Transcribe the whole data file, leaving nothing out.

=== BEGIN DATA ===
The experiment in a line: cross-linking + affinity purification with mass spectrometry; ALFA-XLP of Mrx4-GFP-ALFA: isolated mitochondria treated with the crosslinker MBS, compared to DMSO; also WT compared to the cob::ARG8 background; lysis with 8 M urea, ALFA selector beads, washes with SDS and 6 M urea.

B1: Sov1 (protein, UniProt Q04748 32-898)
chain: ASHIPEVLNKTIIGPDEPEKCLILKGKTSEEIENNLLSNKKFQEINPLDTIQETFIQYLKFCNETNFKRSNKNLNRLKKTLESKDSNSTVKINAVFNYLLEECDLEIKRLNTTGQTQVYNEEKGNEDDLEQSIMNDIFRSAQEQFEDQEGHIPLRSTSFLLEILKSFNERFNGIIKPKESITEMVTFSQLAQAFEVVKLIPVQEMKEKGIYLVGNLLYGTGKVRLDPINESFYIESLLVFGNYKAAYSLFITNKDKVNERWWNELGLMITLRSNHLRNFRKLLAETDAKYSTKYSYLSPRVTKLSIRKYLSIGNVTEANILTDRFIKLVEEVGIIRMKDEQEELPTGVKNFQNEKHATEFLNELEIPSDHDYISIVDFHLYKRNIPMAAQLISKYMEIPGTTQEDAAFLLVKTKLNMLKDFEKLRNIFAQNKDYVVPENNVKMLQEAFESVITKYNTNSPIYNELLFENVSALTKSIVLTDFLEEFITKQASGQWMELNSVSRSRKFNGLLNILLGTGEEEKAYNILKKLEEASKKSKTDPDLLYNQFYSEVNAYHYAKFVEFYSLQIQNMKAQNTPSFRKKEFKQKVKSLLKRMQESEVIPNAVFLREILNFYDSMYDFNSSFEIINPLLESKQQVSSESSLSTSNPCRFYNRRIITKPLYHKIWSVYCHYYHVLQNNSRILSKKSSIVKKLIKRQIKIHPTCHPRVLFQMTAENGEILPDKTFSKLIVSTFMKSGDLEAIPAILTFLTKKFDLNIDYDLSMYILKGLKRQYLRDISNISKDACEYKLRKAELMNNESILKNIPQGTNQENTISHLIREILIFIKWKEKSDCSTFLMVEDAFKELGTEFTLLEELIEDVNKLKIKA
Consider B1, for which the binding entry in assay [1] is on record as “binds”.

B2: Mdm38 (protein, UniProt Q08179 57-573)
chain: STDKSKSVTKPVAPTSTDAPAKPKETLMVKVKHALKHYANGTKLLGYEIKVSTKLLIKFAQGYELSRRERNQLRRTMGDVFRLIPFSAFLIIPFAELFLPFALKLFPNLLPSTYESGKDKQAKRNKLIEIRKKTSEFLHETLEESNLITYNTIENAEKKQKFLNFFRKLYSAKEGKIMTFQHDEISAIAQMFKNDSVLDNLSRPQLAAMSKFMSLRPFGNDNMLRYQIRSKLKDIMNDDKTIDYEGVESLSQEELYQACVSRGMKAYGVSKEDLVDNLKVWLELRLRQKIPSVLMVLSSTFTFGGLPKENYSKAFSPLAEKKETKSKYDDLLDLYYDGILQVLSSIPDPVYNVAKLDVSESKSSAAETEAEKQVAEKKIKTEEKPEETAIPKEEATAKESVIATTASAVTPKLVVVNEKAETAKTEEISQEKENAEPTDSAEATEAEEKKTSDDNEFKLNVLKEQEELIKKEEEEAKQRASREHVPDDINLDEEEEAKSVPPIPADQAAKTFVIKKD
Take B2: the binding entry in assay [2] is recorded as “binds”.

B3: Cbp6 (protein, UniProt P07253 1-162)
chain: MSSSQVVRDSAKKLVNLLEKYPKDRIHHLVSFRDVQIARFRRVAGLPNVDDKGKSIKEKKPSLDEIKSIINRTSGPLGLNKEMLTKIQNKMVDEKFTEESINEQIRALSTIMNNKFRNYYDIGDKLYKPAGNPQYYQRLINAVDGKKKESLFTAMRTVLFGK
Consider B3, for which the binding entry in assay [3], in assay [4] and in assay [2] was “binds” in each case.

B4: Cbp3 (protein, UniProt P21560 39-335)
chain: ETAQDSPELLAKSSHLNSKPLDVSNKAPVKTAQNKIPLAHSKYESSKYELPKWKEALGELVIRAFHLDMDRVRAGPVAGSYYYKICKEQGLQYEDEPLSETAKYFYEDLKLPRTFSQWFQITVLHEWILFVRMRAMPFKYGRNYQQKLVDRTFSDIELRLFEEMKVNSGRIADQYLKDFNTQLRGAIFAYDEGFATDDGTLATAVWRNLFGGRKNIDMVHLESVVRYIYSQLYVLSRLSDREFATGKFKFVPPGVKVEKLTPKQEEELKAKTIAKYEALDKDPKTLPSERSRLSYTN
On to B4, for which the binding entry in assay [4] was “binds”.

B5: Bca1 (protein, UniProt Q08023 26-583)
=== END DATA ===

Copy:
The experiment in a line: cross-linking + affinity purification with mass spectrometry; ALFA-XLP of Mrx4-GFP-ALFA: isolated mitochondria treated with the crosslinker MBS, compared to DMSO; also WT compared to the cob::ARG8 background; lysis with 8 M urea, ALFA selector beads, washes with SDS and 6 M urea.

B1: Sov1 (protein, UniProt Q04748 32-898)
chain: ASHIPEVLNKTIIGPDEPEKCLILKGKTSEEIENNLLSNKKFQEINPLDTIQETFIQYLKFCNETNFKRSNKNLNRLKKTLESKDSNSTVKINAVFNYLLEECDLEIKRLNTTGQTQVYNEEKGNEDDLEQSIMNDIFRSAQEQFEDQEGHIPLRSTSFLLEILKSFNERFNGIIKPKESITEMVTFSQLAQAFEVVKLIPVQEMKEKGIYLVGNLLYGTGKVRLDPINESFYIESLLVFGNYKAAYSLFITNKDKVNERWWNELGLMITLRSNHLRNFRKLLAETDAKYSTKYSYLSPRVTKLSIRKYLSIGNVTEANILTDRFIKLVEEVGIIRMKDEQEELPTGVKNFQNEKHATEFLNELEIPSDHDYISIVDFHLYKRNIPMAAQLISKYMEIPGTTQEDAAFLLVKTKLNMLKDFEKLRNIFAQNKDYVVPENNVKMLQEAFESVITKYNTNSPIYNELLFENVSALTKSIVLTDFLEEFITKQASGQWMELNSVSRSRKFNGLLNILLGTGEEEKAYNILKKLEEASKKSKTDPDLLYNQFYSEVNAYHYAKFVEFYSLQIQNMKAQNTPSFRKKEFKQKVKSLLKRMQESEVIPNAVFLREILNFYDSMYDFNSSFEIINPLLESKQQVSSESSLSTSNPCRFYNRRIITKPLYHKIWSVYCHYYHVLQNNSRILSKKSSIVKKLIKRQIKIHPTCHPRVLFQMTAENGEILPDKTFSKLIVSTFMKSGDLEAIPAILTFLTKKFDLNIDYDLSMYILKGLKRQYLRDISNISKDACEYKLRKAELMNNESILKNIPQGTNQENTISHLIREILIFIKWKEKSDCSTFLMVEDAFKELGTEFTLLEELIEDVNKLKIKA
Consider B1, for which the binding entry in assay [1] is on record as “binds”.

B2: Mdm38 (protein, UniProt Q08179 57-573)
chain: STDKSKSVTKPVAPTSTDAPAKPKETLMVKVKHALKHYANGTKLLGYEIKVSTKLLIKFAQGYELSRRERNQLRRTMGDVFRLIPFSAFLIIPFAELFLPFALKLFPNLLPSTYESGKDKQAKRNKLIEIRKKTSEFLHETLEESNLITYNTIENAEKKQKFLNFFRKLYSAKEGKIMTFQHDEISAIAQMFKNDSVLDNLSRPQLAAMSKFMSLRPFGNDNMLRYQIRSKLKDIMNDDKTIDYEGVESLSQEELYQACVSRGMKAYGVSKEDLVDNLKVWLELRLRQKIPSVLMVLSSTFTFGGLPKENYSKAFSPLAEKKETKSKYDDLLDLYYDGILQVLSSIPDPVYNVAKLDVSESKSSAAETEAEKQVAEKKIKTEEKPEETAIPKEEATAKESVIATTASAVTPKLVVVNEKAETAKTEEISQEKENAEPTDSAEATEAEEKKTSDDNEFKLNVLKEQEELIKKEEEEAKQRASREHVPDDINLDEEEEAKSVPPIPADQAAKTFVIKKD
Take B2: the binding entry in assay [2] is recorded as “binds”.

B3: Cbp6 (protein, UniProt P07253 1-162)
chain: MSSSQVVRDSAKKLVNLLEKYPKDRIHHLVSFRDVQIARFRRVAGLPNVDDKGKSIKEKKPSLDEIKSIINRTSGPLGLNKEMLTKIQNKMVDEKFTEESINEQIRALSTIMNNKFRNYYDIGDKLYKPAGNPQYYQRLINAVDGKKKESLFTAMRTVLFGK
Consider B3, for which the binding entry in assay [3], in assay [4] and in assay [2] was “binds” in each case.

B4: Cbp3 (protein, UniProt P21560 39-335)
chain: ETAQDSPELLAKSSHLNSKPLDVSNKAPVKTAQNKIPLAHSKYESSKYELPKWKEALGELVIRAFHLDMDRVRAGPVAGSYYYKICKEQGLQYEDEPLSETAKYFYEDLKLPRTFSQWFQITVLHEWILFVRMRAMPFKYGRNYQQKLVDRTFSDIELRLFEEMKVNSGRIADQYLKDFNTQLRGAIFAYDEGFATDDGTLATAVWRNLFGGRKNIDMVHLESVVRYIYSQLYVLSRLSDREFATGKFKFVPPGVKVEKLTPKQEEELKAKTIAKYEALDKDPKTLPSERSRLSYTN
On to B4, for which the binding entry in assay [4] was “binds”.

B5: Bca1 (protein, UniProt Q08023 26-583)